And Disgrace by J.M. Coetzee – from Polly aka Novel Insights aka my book group Riverside Readers‘ secret Santa! Which I realised I forgot to put in this pile when I took the photo, oops.

Last weekend I met up with Simon aka Stuck in a Book and we spent some time in Notting Hill’s Comic and Book Exchange. I had just culled some books so I took it over there and came away with vouchers worth £15. So I had to spend it, right? Of course I didn’t spend ALL of it, silly.

Before They Are Hanged by Joe Abercrombie – the 2nd volume in the First Law Trilogy. I have the 1st which I’ve been meaning to re-read so hopefully this will push me to finally do it this year.

Tipping the Velvet by Sarah Waters – this is the only book by Sarah Waters I haven’t read, although I did see the TV adaptation which was good fun but rather shocking. And you all know how much I love Waters’ writing:)

Borrowed Time by Roy Hattersely – I already have a copy of this but I couldn’t leave this behind forgotten in a dark corner of the basement. And it was only 50p! So I will be doing a giveaway once I come back from holiday so stay tuned!

Half of a Yellow Sun by Chimamanda Ngozi Adichie – I actually bought a copy for my dad last year but it’s stored safely somewhere amongst my sister’s things and she’s moving house. As Adichie is scheduled to give a talk at the Galle Literary Festival, I’m making it my mission to read this book before I see her.

Super Sad True Love Story by Gary Shteyngart – Yay! I’ve been wanting to read this book since I first heard about it and saw the book trailer. What serendipitous luck!

The Daisy Dalrymple series by Carola Dunn – I got this set of 8 books from The Book People together with the Sookie Stackhouse books by Charlaine Harris and both sets were under a tenner each. Bargain! Set in the roaring twenties, Daisy is a reporter who keeps stumbling across corpses. What’s not to like?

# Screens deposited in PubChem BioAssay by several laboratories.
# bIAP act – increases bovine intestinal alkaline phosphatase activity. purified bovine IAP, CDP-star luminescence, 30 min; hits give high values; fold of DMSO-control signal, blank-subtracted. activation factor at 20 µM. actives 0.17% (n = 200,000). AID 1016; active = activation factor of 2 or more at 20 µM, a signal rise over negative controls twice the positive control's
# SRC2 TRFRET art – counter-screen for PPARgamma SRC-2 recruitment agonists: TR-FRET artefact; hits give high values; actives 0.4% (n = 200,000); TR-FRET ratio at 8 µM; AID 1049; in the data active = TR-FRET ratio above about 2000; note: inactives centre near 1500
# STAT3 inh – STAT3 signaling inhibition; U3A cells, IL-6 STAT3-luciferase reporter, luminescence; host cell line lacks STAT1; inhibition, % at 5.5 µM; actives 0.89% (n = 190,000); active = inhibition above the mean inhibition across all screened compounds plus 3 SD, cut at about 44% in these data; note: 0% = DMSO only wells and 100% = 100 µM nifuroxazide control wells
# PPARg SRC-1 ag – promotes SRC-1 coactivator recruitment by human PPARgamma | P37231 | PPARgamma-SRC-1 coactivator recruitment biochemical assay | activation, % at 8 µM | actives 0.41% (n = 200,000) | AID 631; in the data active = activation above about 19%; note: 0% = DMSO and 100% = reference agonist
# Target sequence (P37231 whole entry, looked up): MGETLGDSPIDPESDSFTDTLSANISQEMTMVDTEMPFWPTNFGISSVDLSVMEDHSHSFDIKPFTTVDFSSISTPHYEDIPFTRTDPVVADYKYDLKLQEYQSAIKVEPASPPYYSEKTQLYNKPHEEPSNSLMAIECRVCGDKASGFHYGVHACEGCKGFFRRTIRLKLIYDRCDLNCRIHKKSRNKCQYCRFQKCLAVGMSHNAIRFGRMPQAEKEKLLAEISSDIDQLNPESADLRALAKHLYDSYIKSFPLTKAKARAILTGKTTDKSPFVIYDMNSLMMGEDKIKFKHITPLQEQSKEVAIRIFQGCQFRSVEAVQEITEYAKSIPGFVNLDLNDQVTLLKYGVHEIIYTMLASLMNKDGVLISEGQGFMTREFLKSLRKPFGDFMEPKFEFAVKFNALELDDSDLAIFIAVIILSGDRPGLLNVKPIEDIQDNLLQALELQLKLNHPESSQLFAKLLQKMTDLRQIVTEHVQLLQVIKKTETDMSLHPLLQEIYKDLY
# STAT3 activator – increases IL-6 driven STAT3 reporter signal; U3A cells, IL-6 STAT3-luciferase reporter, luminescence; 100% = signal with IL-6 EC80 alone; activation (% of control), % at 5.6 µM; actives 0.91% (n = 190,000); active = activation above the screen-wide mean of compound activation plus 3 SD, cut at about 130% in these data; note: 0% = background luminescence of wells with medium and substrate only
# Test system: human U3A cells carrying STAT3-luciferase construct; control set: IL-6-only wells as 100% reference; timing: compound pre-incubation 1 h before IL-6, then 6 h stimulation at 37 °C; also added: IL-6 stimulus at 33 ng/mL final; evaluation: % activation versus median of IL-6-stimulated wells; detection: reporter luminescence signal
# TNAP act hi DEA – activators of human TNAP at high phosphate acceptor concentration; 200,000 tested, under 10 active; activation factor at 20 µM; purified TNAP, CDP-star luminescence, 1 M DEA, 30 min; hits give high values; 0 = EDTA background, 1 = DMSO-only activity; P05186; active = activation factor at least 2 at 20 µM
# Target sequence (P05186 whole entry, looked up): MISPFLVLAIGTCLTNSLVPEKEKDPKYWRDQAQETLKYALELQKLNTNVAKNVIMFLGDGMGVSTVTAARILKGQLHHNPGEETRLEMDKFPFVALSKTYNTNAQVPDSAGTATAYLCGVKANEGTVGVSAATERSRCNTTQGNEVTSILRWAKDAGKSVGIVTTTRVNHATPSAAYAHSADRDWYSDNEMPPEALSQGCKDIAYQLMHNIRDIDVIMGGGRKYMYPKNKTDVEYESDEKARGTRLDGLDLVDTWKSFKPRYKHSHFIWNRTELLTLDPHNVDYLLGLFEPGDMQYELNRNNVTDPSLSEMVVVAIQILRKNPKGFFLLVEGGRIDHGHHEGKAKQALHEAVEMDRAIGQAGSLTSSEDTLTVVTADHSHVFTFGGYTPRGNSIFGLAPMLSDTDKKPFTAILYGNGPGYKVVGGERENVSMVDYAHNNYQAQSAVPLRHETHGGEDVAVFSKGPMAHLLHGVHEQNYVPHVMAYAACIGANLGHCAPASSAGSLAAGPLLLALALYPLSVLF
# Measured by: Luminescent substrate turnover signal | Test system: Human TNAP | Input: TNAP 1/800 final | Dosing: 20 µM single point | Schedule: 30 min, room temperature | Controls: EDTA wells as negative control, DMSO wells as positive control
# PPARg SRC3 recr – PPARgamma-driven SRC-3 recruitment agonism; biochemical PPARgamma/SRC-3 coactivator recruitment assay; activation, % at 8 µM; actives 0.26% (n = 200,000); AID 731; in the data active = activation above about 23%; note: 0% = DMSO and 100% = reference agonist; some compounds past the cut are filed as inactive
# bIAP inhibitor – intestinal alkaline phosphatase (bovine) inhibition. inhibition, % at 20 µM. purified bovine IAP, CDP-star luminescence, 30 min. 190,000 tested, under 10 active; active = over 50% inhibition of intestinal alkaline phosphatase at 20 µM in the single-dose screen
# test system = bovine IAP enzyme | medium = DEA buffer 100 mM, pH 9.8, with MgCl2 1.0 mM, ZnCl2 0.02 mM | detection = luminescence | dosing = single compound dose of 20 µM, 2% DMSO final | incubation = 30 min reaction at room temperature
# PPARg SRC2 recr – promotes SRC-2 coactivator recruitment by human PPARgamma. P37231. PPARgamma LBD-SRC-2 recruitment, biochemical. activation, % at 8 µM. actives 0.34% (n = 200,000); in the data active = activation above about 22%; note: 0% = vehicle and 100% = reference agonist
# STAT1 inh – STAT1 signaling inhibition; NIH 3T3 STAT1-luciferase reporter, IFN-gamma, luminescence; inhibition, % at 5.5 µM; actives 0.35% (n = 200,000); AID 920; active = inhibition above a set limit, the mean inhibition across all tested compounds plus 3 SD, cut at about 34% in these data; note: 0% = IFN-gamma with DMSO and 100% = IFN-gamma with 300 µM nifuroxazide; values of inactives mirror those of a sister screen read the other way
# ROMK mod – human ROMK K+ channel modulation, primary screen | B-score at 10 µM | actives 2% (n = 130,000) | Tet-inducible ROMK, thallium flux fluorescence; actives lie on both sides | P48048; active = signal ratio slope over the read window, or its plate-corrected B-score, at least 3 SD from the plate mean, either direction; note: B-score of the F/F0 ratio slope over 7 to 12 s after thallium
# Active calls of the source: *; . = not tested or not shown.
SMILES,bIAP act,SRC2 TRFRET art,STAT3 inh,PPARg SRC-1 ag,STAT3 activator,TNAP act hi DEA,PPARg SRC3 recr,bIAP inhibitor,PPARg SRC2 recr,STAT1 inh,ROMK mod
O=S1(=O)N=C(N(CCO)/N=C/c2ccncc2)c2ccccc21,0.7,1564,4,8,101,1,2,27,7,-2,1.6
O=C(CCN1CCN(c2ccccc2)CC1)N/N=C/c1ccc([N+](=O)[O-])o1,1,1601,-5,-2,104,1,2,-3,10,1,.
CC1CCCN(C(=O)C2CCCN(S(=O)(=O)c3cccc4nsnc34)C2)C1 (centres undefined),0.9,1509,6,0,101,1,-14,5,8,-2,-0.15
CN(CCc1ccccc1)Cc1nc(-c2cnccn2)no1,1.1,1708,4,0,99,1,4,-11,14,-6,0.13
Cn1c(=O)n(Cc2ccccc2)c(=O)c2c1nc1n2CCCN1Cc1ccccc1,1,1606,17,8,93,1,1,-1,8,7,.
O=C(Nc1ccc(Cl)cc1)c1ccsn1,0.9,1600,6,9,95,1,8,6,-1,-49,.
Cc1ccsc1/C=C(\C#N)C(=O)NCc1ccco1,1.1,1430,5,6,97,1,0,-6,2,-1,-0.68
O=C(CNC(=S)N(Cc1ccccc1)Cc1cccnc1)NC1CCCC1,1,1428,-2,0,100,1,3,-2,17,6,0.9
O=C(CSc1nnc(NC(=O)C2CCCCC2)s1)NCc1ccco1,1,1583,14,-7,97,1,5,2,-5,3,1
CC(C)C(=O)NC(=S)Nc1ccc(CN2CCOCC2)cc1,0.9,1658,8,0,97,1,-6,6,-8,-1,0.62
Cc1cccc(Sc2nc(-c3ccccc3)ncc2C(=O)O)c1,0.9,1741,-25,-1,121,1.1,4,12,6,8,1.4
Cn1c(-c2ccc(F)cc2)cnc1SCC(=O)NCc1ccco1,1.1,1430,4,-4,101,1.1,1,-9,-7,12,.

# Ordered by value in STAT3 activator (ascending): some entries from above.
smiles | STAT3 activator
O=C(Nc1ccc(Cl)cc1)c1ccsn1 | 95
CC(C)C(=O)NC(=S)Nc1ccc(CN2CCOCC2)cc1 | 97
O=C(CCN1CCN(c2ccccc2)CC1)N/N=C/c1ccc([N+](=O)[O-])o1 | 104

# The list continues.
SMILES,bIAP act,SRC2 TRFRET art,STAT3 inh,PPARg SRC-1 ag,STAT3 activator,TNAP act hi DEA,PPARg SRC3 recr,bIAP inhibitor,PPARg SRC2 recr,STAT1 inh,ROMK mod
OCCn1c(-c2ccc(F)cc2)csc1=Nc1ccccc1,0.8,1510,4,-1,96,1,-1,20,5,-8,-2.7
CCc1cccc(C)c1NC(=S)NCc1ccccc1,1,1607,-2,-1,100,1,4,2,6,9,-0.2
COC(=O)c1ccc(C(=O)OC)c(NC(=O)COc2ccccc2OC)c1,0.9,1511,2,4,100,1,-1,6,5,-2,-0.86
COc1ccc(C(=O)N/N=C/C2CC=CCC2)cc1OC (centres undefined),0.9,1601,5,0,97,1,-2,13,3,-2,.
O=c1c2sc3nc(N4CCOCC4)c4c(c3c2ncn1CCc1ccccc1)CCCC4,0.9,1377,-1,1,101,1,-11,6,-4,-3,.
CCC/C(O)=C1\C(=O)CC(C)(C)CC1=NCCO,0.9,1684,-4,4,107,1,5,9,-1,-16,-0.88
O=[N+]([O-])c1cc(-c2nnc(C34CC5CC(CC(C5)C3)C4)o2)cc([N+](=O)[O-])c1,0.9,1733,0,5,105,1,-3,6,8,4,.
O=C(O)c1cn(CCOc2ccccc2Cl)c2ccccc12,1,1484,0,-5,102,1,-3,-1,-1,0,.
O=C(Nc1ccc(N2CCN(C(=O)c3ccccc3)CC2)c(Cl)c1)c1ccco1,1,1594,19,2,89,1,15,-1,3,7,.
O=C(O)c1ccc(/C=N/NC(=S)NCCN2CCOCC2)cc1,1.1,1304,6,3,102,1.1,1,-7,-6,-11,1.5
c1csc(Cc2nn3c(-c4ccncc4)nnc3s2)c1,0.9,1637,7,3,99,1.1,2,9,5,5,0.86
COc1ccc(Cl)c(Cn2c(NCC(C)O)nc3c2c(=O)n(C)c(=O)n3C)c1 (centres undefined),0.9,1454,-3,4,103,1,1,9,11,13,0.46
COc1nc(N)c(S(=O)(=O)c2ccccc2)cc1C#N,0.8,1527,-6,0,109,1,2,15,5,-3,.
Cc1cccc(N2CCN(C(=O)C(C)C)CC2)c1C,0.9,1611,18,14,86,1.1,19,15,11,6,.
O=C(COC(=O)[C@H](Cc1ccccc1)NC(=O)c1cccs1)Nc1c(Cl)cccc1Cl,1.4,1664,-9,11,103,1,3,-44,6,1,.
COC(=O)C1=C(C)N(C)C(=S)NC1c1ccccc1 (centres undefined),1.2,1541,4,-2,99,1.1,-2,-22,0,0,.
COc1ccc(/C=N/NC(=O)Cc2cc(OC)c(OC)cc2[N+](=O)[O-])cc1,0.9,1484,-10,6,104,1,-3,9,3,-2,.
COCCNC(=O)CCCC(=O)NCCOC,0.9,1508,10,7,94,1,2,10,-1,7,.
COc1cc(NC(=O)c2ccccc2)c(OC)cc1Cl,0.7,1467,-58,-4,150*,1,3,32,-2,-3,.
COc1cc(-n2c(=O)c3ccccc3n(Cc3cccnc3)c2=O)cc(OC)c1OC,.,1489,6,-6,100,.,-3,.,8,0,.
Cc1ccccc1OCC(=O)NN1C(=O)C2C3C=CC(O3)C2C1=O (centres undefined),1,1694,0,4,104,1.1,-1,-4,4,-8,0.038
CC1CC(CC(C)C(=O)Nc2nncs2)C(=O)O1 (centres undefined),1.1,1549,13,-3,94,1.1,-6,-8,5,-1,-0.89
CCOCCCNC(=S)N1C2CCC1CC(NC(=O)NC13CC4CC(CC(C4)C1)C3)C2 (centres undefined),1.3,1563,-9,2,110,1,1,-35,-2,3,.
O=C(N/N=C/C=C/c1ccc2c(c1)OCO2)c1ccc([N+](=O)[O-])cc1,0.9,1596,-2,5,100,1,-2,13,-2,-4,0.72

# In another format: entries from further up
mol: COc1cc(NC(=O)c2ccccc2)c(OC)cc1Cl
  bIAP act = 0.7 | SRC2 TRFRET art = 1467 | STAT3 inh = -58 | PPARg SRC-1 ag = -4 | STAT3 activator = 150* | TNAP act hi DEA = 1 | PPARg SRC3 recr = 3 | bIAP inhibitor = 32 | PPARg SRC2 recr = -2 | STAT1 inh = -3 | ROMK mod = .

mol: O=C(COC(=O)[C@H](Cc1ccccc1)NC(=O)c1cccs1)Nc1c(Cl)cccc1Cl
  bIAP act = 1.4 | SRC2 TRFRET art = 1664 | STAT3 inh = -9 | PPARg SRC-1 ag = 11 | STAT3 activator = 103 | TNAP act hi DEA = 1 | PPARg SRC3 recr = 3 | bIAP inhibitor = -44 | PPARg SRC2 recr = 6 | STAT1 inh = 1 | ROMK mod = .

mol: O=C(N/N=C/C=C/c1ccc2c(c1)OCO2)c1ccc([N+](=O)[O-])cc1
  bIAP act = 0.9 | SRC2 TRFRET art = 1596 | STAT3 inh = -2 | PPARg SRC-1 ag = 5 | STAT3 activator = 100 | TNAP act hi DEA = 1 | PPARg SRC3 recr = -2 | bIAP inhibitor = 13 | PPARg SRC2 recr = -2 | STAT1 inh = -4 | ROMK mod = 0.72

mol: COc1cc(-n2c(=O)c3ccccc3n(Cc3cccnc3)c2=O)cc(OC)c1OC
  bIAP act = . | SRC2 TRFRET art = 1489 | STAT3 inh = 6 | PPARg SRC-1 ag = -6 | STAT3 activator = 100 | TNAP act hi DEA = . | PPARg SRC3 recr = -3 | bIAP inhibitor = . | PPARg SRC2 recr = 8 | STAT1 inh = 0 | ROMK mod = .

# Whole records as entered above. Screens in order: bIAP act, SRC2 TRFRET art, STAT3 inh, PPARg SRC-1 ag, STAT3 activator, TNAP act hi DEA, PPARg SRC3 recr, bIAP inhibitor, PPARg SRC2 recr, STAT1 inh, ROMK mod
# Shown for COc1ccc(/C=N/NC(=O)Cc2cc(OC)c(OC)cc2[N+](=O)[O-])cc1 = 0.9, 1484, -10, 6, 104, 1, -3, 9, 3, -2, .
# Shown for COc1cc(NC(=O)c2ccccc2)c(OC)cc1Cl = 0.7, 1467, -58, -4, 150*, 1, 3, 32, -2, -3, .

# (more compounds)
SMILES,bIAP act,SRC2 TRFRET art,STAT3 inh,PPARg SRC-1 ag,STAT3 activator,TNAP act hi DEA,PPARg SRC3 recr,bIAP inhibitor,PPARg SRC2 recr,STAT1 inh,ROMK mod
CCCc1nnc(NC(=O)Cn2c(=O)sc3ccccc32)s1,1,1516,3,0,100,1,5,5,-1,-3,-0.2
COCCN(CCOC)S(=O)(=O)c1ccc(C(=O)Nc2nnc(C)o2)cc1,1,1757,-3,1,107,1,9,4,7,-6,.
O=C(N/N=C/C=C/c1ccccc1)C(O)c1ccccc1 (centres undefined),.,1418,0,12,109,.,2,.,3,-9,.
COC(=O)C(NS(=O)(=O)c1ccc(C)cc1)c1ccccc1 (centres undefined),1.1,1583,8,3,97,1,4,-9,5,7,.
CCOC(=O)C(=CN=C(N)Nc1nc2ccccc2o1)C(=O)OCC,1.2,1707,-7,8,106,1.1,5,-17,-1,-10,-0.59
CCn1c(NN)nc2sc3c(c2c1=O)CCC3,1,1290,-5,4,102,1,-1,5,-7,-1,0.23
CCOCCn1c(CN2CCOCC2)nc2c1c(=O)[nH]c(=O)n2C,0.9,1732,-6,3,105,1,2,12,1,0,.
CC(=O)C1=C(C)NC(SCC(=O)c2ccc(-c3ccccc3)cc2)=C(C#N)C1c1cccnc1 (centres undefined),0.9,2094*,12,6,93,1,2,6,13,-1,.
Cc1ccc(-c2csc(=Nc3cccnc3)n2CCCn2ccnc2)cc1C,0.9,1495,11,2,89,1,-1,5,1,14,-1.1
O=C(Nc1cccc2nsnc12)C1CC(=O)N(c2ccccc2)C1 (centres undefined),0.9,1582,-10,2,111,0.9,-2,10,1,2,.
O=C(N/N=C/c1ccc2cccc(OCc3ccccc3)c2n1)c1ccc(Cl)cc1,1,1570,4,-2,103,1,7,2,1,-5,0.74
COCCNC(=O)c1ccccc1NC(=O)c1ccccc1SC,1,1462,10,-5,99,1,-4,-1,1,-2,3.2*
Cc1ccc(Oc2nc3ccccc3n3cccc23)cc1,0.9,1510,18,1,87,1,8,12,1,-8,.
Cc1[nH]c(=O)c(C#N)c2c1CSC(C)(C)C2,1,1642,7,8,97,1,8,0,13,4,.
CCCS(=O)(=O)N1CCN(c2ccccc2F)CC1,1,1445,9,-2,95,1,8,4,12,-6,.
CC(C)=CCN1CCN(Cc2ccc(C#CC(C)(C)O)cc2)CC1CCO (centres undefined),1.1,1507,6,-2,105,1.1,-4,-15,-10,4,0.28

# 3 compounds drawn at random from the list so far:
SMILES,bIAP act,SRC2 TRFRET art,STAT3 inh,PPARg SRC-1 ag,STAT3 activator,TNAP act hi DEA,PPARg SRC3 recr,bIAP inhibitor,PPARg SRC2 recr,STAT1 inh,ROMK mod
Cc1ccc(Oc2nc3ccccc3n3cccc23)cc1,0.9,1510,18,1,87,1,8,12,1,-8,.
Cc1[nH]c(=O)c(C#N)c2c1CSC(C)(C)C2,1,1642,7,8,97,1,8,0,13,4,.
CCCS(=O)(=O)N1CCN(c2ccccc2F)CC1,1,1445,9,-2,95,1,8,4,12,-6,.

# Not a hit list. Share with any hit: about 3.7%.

And from my lovely friend E all the way from Japan I received:

The Haruki Murakami interview collection – will help me brush up on my Japanese. And it’s ALL about about Haruki Murakami. SO EXCITING.

Garasu no Kamen (The Glass Mask) Vols 45 & 46 by Suzue Miuchi – one of the longest running manga series in Japan about a young girl who is a gifted actor. My mum and I both just want to know what happens! Will Maya get together with her man with the purple rose? Will she be chosen to play the role of Kurenai Tennyo (the Crimson Goddess) that she’s been rehearsing for the last 20 years? Will this story every end???

Oh yes it has. It’s been almost a month since I posted about new books. That’s a long time. Yes, it is. Bet you’re dying to know what I got, right?

I bought this for 30p at my library. Would have been rude to resist.

Taft by Ann Patchett – I love her novels. Since I read Bel Canto many years ago, I’ve been a huge fan and have also read The Magician’s Assistant and The Patron Saint of Liars. Her writing just speaks to me.

Secondhand I got these when I went to meet some UK book bloggers in Oxford last month from The Albion Beatnik Bookstore:

Sister’s Choice: Tradition and Change in American Women’s Writing by Elaine Showalter